The following are writing prompts and discussion topics based on the blog It’s Never Too Early for Children to Think about Future Jobs.
Think about three things you might want to do when you grow up? Describe those things. For each of them, explain what you will need to do now in order to prepare to do those things later.
Imagine that all the things you described in #1 became your job or career some day. Put them in order as to which one you would like to do first, second, third. Explain why you put them in that order.
Assume you had the occupations as an adult that you described in #1 and that you had those occupations in the order you selected in #2. Explain what you could learn from the first occupation that would help you be successful in your second occupation. Explain what you could learn from the second occupation that would help you be successful in your third occupation.
Do you think young people your age change their minds about the things they would like to do when they grow up? If yes, what types of things make kids change their minds about future careers? If no, give two reasons why kids might not change their minds.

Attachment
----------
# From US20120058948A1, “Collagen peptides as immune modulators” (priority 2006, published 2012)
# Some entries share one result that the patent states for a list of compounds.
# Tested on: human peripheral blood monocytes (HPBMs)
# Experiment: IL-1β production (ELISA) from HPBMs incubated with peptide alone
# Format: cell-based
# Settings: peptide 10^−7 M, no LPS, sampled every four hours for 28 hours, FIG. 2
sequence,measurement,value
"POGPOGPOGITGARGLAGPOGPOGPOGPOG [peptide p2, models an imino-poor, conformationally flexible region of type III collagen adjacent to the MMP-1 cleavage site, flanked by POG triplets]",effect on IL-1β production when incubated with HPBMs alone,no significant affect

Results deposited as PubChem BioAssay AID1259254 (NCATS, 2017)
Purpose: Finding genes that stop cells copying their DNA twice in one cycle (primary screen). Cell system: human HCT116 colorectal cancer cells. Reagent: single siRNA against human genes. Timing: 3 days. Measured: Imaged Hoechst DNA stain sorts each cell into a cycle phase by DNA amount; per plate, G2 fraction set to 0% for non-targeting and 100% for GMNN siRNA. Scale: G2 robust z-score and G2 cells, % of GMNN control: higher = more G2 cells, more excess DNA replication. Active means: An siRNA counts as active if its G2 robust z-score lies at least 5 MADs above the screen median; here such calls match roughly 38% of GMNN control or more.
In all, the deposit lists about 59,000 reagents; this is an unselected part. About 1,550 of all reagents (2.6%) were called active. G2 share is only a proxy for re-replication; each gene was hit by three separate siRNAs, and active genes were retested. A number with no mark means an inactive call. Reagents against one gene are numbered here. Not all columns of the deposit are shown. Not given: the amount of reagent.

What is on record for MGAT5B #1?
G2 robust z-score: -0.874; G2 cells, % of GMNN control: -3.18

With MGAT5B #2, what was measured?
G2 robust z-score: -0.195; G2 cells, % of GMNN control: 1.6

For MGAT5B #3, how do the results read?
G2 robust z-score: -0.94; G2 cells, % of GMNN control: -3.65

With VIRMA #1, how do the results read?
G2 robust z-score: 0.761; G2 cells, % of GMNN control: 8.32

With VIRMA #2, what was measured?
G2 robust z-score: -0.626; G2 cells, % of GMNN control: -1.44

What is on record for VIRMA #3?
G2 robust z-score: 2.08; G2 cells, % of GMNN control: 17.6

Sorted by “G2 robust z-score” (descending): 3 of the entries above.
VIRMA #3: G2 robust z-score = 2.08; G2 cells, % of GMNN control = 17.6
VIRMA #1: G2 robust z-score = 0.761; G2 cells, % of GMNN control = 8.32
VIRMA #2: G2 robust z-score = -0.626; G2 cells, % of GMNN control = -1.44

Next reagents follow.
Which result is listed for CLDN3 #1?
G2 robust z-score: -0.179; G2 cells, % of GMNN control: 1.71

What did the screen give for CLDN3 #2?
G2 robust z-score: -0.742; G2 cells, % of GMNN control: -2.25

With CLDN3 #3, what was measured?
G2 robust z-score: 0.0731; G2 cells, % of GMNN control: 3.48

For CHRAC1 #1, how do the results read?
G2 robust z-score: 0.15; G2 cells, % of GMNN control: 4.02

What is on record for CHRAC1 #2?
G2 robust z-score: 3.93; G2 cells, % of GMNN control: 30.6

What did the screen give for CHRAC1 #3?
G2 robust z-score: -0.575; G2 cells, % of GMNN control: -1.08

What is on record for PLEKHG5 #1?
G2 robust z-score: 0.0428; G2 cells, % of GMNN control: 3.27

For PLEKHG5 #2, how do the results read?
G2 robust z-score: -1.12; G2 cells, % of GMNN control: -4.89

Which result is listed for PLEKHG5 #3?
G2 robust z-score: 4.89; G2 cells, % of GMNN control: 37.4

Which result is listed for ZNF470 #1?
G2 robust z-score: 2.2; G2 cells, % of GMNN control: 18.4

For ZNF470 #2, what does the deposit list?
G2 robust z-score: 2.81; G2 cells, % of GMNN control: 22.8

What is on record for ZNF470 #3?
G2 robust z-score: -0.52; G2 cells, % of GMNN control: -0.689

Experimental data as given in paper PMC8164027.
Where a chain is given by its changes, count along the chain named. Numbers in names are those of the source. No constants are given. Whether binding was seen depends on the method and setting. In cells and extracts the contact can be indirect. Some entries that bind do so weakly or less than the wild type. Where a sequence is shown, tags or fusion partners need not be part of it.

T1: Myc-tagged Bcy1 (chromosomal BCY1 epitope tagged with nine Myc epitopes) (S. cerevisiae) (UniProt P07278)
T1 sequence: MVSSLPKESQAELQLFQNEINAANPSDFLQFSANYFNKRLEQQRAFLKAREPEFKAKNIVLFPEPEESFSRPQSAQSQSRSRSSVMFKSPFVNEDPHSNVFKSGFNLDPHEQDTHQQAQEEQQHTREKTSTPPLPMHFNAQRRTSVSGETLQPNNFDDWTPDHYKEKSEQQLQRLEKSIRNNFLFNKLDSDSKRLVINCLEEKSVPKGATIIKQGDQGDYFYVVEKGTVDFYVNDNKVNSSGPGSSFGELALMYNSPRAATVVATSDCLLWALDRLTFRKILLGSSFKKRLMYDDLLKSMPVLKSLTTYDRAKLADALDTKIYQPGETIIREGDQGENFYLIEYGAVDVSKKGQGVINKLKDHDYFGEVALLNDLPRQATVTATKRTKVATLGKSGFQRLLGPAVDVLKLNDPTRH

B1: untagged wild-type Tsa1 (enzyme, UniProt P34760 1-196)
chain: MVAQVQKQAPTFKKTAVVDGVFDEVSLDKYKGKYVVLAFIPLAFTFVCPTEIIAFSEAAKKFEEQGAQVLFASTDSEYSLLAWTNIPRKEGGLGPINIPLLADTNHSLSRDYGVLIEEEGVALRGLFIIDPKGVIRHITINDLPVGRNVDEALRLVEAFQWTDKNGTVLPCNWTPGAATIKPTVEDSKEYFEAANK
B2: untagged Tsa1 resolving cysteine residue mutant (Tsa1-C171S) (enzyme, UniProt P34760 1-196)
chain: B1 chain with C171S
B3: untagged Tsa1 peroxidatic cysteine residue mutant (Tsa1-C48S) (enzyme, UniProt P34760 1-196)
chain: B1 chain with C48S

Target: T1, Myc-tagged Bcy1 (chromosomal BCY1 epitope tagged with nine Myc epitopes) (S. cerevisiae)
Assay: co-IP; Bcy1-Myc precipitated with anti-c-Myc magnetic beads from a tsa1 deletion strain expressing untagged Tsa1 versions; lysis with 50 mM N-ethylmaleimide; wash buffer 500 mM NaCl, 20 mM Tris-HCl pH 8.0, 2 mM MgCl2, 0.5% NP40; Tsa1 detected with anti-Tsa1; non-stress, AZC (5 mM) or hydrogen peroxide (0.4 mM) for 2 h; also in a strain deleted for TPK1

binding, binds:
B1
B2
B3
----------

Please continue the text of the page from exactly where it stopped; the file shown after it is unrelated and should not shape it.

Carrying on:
Teachers, you can use this blog in classrooms. Here are two ideas about how.
- For middle or high school parenting or child development courses:
- Use the blog for discussion topics
- Require students to research the topics and agree or disagree with what the blog is suggesting.
2. For all courses, especially English Language Arts:
- Use the blog for writing prompts for paragraphs, theme papers, journal entries, class starters, etc. Have students read the blog and respond to:
- Do you agree with what is being said about kids? Do kids really act, think or feel that way?
- Do you agree with what is being said about parents, grandparents, teachers and child caregivers? Do or should they act, think or feel that way?
- What would be your advice on this topic?
- What was left out of this article?
- If you were a parent, would you use any of this information? How?
Why can this blog be a useful teaching tool?
- Students that see connections between their coursework and their lives do better in school.
- Most students will either be parents one day or have children in their lives that they care about, so the topical information can help them build their knowledge about children and parenting and develop a positive image of the type of parenting they want to do.
- The new core literacy standards adopted by most states call for frequent writing in all courses.
- Newly developed end-of-course assessments to be used by many states will require that students demonstrate that they can think critically. These prompts help students practice critical thinking.
- Newly developed end-of-course assessments to be used by many states will require that students demonstrate that they can analyze what they read. These prompts help students practice analysis.